CRISPR Treatment Is Injected Directly Into a Patient's Body — a First for Gene Editing

Gene editing leaps to the next level with the injection of a CRISPR complex directly into a patient's eye to combat a form of hereditary blindness.

By Nathaniel Scharping
Dec 3, 2020 4:00 PMMar 21, 2023 8:24 PM
CRISPR eye gene editing illustration - shutterstock
(Credit: Panuwach/Shutterstock)


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This article appeared in Discover’s annual state of science issue as “CRISPR Gets Under the Skin.” Support our science journalism by becoming a subscriber.

For the first time, scientists have injected the CRISPR-Cas9 gene-editing tool into a human patient as part of a clinical trial. It marks another milestone for human gene editing, and a step toward bringing gene therapies to wider patient populations.

The pharmaceutical companies Allergan and Editas Medicine partnered with Oregon Health & Science University for the trial, named BRILLIANCE, which aims to treat a form of congenital eye disease known as LCA10. In the trial, scientists are injecting instructions for the CRISPR gene editor, encapsulated in the shell of a deactivated virus, into patients’ eyes. There, if all goes well, the tool will cut out a problematic gene and restore their vision.

Though CRISPR has been used in the past to treat patients, those trials involved taking cells out of the body, editing them in the lab and then putting them back into people. This new work is the first time CRISPR-Cas9 has been injected directly into the patient. Still, it’s not the first time a gene editor has been put to work inside a human — that distinction goes to another gene-editing tool called a zinc finger nuclease, which was tested in 2017 in a man with Hunter syndrome, an inherited genetic disorder.

But this 2020 clinical trial is a landmark for CRISPR-Cas9, which has revolutionized gene-editing research since its discovery in 2012.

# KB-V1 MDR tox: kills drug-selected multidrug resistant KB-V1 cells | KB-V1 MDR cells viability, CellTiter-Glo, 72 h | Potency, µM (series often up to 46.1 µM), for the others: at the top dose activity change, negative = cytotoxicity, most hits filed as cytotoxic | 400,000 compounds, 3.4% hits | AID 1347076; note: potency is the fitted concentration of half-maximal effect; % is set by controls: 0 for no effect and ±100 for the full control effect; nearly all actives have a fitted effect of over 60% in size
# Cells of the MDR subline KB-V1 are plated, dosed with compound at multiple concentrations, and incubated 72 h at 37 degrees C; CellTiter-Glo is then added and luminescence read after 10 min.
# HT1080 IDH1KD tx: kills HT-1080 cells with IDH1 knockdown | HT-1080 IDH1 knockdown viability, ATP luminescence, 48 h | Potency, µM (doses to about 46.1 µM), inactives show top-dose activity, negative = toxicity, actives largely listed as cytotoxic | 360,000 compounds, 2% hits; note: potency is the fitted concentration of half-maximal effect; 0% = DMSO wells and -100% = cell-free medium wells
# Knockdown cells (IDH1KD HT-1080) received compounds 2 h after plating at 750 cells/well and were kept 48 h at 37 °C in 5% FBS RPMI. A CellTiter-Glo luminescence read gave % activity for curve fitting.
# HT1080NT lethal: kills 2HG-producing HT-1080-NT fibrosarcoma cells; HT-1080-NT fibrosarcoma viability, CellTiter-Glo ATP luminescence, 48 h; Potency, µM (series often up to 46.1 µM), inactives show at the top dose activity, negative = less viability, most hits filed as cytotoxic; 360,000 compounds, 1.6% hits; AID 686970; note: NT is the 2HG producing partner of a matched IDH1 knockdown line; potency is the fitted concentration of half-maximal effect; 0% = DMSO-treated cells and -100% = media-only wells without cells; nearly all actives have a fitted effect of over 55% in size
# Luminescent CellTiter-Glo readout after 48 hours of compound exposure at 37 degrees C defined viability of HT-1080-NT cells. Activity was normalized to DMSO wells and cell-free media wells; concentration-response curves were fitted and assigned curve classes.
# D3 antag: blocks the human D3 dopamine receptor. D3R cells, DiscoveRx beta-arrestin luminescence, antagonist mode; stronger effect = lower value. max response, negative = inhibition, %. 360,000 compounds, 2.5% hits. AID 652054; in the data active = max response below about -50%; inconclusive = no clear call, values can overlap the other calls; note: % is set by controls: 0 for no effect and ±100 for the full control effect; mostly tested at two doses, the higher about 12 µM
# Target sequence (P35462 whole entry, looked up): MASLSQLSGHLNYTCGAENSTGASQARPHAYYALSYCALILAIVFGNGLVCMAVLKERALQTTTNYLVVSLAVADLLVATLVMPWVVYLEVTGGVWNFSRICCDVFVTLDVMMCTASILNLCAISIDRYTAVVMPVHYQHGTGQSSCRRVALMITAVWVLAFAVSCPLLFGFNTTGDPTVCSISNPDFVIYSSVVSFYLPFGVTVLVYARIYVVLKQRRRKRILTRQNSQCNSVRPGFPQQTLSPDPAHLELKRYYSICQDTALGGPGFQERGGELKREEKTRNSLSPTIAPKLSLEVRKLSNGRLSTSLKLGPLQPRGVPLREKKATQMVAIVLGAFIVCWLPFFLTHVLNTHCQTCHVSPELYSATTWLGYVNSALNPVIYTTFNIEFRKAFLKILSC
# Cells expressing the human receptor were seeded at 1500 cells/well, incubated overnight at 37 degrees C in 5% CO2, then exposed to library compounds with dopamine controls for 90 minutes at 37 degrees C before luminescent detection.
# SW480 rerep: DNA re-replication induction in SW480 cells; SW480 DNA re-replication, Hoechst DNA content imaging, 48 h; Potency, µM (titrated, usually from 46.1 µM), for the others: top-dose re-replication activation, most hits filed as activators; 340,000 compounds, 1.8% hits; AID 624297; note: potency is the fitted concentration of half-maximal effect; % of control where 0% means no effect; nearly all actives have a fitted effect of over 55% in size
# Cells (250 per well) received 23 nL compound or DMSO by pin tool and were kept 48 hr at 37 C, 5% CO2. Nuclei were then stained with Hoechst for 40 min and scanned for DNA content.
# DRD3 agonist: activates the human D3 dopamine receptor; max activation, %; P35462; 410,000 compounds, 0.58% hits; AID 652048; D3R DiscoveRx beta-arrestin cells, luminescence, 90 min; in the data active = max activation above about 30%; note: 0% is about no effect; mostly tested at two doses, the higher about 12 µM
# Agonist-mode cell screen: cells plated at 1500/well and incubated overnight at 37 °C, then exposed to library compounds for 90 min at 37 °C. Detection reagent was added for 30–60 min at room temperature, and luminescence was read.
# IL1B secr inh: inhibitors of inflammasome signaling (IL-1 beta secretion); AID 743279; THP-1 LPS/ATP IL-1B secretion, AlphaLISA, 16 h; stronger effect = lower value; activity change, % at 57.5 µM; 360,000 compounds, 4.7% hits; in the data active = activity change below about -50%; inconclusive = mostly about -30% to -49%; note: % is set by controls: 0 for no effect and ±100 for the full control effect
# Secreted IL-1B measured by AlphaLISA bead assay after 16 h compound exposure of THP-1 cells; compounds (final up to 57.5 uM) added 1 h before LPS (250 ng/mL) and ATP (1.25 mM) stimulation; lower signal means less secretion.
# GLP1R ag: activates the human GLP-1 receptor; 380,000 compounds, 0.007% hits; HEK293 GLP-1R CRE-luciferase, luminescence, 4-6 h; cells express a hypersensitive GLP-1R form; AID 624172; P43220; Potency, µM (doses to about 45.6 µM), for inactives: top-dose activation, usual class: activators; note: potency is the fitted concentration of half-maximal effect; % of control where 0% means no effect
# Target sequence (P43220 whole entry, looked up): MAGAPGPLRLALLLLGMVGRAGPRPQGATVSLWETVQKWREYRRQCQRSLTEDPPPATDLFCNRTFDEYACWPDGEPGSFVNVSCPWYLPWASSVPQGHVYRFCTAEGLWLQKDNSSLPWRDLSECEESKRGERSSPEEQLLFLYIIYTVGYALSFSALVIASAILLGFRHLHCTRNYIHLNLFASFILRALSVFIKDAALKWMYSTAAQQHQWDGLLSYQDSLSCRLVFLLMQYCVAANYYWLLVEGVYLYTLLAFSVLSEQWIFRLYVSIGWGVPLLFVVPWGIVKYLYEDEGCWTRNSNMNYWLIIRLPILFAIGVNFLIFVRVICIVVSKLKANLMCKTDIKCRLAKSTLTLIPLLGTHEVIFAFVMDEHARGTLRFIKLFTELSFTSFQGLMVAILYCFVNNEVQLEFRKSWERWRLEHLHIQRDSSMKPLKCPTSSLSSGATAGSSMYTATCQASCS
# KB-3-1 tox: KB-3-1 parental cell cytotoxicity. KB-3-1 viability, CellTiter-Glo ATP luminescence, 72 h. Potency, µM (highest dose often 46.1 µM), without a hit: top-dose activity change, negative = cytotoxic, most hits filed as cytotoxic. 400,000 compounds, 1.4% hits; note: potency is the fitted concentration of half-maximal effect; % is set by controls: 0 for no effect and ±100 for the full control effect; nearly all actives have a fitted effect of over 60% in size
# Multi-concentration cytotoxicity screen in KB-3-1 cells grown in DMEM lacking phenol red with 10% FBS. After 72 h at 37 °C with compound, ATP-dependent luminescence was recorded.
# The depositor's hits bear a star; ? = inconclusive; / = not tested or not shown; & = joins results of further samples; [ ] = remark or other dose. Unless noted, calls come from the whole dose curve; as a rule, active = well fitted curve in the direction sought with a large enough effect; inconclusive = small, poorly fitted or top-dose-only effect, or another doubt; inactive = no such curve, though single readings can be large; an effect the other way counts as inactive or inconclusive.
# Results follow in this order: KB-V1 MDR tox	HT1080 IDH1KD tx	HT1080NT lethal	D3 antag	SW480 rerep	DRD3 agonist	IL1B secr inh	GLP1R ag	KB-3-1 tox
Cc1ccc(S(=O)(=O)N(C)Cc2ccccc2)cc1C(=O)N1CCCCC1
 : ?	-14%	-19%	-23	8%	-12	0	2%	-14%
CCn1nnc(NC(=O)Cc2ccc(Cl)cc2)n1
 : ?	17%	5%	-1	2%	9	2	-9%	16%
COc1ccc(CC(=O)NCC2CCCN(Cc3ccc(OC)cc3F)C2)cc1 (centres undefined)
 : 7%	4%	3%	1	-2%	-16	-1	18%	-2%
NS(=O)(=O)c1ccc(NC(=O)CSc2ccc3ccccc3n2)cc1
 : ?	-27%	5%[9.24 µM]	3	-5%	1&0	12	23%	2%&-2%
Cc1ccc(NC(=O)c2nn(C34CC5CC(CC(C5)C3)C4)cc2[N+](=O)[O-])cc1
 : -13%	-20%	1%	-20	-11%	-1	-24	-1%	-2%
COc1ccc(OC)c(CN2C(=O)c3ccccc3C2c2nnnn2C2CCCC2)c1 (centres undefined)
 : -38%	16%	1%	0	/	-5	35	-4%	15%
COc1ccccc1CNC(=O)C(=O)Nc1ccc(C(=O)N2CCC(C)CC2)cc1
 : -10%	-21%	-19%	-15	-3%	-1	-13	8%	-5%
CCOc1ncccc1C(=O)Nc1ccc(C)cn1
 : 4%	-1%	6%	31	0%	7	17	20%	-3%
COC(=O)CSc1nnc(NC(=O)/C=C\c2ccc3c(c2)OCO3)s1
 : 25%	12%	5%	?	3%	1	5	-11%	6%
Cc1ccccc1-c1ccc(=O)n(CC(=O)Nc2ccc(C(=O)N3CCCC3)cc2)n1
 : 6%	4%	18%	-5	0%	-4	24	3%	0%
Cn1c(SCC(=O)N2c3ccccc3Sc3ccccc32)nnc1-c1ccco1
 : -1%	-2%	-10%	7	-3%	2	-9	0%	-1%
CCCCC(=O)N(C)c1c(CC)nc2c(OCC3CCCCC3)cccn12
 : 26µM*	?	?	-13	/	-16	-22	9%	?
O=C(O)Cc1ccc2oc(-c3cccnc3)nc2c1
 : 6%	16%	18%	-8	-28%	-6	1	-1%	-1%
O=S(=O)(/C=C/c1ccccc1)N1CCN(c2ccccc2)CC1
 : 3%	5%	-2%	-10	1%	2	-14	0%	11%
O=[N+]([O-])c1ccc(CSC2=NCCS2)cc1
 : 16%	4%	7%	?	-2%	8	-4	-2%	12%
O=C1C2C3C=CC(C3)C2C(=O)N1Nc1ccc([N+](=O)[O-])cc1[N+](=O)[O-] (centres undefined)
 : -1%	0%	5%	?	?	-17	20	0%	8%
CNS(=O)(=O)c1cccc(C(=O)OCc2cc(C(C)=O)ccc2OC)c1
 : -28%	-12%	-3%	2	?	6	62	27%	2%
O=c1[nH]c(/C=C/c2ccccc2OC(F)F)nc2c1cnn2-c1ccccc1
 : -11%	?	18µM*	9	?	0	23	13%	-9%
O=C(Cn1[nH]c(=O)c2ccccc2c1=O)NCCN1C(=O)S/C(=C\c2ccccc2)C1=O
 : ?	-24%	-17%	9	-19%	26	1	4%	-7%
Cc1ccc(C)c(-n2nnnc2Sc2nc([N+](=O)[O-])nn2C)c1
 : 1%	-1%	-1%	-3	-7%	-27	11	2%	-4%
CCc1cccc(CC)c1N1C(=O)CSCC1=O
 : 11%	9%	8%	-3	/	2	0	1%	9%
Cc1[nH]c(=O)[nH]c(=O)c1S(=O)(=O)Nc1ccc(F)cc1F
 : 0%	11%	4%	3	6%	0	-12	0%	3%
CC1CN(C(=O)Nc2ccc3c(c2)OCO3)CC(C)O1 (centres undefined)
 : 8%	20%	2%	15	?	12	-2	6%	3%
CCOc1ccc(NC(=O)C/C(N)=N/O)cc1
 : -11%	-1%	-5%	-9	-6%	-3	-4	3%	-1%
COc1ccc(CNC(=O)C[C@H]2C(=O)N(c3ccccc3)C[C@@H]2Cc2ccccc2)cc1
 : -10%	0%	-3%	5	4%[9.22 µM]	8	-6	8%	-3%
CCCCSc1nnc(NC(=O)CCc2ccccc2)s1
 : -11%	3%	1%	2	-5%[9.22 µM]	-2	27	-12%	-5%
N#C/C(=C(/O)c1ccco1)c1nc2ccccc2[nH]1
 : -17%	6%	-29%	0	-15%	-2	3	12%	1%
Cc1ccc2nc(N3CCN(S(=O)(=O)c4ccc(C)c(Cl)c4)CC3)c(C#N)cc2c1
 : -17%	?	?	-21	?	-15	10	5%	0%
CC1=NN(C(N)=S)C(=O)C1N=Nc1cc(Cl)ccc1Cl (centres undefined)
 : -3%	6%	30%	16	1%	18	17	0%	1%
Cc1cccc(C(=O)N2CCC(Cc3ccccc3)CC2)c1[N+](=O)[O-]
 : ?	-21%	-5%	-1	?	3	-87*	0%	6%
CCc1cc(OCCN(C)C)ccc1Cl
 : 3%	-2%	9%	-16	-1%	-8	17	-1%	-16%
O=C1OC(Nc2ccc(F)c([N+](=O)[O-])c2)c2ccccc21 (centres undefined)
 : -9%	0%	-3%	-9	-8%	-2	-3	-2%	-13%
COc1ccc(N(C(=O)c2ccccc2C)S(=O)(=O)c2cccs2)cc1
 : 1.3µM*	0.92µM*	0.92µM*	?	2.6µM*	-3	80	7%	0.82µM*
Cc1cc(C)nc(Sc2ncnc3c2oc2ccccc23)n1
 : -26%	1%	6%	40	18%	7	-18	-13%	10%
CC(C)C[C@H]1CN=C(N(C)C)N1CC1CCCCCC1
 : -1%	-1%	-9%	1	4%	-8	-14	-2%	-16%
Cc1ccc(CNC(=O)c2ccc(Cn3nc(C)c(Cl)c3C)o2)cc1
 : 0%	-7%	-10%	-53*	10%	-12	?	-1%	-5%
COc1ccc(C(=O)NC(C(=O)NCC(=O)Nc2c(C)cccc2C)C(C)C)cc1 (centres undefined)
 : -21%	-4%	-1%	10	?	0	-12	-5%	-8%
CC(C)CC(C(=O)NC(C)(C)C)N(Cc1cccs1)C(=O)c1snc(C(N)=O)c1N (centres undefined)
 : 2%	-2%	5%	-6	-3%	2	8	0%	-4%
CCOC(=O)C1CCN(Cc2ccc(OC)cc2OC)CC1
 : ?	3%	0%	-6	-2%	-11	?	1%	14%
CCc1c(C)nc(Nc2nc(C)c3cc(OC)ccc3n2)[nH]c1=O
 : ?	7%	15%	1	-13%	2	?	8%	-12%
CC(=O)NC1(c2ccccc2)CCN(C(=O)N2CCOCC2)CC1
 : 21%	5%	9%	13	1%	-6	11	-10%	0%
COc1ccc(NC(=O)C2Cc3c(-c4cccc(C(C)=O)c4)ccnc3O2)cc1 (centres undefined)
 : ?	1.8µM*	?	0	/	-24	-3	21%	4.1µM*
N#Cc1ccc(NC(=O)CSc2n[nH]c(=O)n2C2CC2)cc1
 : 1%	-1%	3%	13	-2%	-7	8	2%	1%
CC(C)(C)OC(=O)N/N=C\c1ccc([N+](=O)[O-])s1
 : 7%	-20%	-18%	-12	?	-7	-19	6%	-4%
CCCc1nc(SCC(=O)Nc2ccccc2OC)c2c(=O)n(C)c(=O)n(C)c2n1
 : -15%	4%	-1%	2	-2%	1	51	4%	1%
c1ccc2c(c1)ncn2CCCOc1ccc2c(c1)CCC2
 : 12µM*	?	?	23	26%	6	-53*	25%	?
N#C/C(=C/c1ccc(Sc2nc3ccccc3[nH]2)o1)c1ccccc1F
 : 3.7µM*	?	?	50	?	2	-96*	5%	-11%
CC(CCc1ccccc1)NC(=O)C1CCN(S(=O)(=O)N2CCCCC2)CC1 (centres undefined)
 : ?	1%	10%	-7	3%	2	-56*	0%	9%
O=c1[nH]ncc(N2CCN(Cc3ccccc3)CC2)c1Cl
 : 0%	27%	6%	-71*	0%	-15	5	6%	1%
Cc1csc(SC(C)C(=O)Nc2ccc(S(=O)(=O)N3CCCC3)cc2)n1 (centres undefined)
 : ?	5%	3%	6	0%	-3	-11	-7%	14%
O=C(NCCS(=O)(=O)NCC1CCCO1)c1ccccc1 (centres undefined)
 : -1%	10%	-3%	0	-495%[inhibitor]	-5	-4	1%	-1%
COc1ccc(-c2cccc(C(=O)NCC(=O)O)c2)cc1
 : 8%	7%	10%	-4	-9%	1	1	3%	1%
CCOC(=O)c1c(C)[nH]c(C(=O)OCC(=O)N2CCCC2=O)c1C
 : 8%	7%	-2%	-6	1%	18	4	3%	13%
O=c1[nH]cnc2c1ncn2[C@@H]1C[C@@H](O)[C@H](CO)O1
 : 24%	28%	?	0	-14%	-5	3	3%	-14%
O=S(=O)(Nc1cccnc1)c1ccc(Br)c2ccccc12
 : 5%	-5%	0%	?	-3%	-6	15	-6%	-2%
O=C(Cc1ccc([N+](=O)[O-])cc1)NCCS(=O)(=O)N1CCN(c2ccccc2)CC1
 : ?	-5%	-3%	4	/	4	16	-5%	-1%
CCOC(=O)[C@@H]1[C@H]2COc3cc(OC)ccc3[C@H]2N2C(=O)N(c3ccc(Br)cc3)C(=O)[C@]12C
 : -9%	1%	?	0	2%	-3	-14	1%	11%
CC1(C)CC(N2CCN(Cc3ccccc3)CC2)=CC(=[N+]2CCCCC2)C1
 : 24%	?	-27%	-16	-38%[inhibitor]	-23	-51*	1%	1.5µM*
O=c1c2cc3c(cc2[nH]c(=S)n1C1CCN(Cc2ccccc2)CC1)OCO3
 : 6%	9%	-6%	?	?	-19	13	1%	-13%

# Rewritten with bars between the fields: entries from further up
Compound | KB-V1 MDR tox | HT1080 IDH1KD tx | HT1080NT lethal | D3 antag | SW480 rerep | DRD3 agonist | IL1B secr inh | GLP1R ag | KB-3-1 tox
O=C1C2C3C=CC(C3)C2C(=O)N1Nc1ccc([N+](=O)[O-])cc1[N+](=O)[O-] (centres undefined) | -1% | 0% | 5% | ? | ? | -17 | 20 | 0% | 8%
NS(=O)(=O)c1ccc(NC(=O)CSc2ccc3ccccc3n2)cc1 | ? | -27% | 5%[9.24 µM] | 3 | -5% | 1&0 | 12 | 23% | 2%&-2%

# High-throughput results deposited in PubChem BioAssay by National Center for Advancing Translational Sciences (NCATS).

“We really feel that this is a technology that can make a huge difference in the world and in many patients,” says Mark Pennesi, an associate professor of ophthalmology at OHSU’s Casey Eye Institute and a principal investigator for the study. The trial is sure to draw close scrutiny from the pharmaceutical industry, government regulators and other scientists. But Pennesi hopes, if successful, it could pave the way for future studies using CRISPR in the body to treat a wide range of diseases.

(Credit: Jay Smith)

There are many rare diseases, like LCA10, that are caused by a mutation to a single gene. Gene editors are prime options for curing these diseases, which range from sickle cell anemia to Huntington’s disease and hundreds of other severe conditions.

In the case of LCA10, mutations to a gene known as CEP290 act as a kind of stop sign, halting production of a protein necessary for photoreceptors in the eye to function. The result is that patients with the disease are often legally blind by the time they reach adulthood.

The CRISPR treatment will cut out the mutated stop sign gene and allow the body to begin making the crucial photoreceptor protein. Whether this process works to repair the damage LCA10 causes is one facet of the trial; another is whether the procedure will be safe. 

CRISPR gene editors carry the risk of what are called off-target effects, which occur when the tool mistakenly cuts a gene it’s not supposed to. New and better versions of the tool have reduced the rate of such mistakes, but they remain a concern. Still, says David Segal, a geneticist at the Genome Center at the University of California, Davis, who is not involved with the research, preliminary results from the trial are promising, and he thinks the treatment could hold real benefits for patients.

“It’s really exciting to see things get to this level,” Segal says.

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